Most ski tourists don’t think of flyfishing as a legitimate resort-town option in the wintertime. And why would they, as long as the snow and skiing is good? But say you’re on day six of a weeklong ski trip and fresh snow has failed to fall. Or your legs are tired from fighting moguls for five hours straight. Or maybe you just love to flyfish without summer crowds…
If so, here are a few fishy ski resorts where a midwinter two-fer would be well worth your while:
Steamboat, Colorado: As one of the only south-facing ski resorts in North America, the sun in Steamboat comes early and often. After enjoying your fourth tree run of the morning let your eyes drift south, to where the long-retired runs of the old Stagecoach ski area can still be seen hovering above the Yampa River. The Yampa has several access options, including seven miles of public water right through downtown; a short section below Stagecoach; and a private stretch below Catamount Reservoir.
Aspen, Colorado: There may be no better tailwater in the West than the world-famous Frying Pan River near Basalt. After a morning at one of Aspen’s four ski mountains, spend an afternoon fishing the 14 miles of Gold Medal water on the Pan.
Crested Butte, Colorado: Some of the country’s biggest rainbow trout are caught every winter on the Taylor River below Taylor Park Reservoir. About an hour north, Crested Butte mixes authentic ski-town vibes with 300 inches of annual snowfall blanketing some of the best steeps in southern, CO.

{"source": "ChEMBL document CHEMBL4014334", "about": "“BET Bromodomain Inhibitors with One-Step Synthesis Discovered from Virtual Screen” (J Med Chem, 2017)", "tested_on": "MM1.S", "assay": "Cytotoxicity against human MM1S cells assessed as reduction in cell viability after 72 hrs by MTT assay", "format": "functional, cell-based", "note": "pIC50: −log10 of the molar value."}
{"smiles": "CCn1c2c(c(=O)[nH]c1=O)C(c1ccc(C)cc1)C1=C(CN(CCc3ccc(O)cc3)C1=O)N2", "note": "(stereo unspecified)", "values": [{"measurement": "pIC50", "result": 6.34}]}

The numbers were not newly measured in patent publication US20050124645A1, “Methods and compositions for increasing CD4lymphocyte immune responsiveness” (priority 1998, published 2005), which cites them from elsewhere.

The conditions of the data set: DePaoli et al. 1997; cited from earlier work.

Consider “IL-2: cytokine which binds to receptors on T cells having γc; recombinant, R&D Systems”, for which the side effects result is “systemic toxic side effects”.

RED Mountain, British Columbia: RED is located in Rossland, B.C. and is the first stop along the province’s Powder Highway. With more than 2,800 lift-serviced acres (4,200 total), explore it all till your legs burn then cool off your dogs in the trout-filled tailwater reaches of the upper Columbia River—about 20 minutes from town.
Bend, Oregon: Mt. Bachelor is central Oregon’s largest ski area, with 3,700 acres of terrain and a price that’s hard to beat. For 2016, its adult single-day tickets have yet to break the hundred-buck mark. Reinvest those savings in a growler of beer and hit the Crooked River for an après sesh with native redbands that nosh midges from November through spring.
Mammoth, California: Mammoth Mountain is NorCal’s winter uber alles—especially for those of us wanting to combine shred time with good trout fishing on nearby Hot Creek. Because of its geothermal flows, Hot maintains fish-friendly temps all season long and is packed with about 11,000 trout per mile.
Craig, Montana: And, last but not least, the “High Bank Chutes” of the Missouri River remain a wintertime must for getting some sweet turns and landing in an epic run.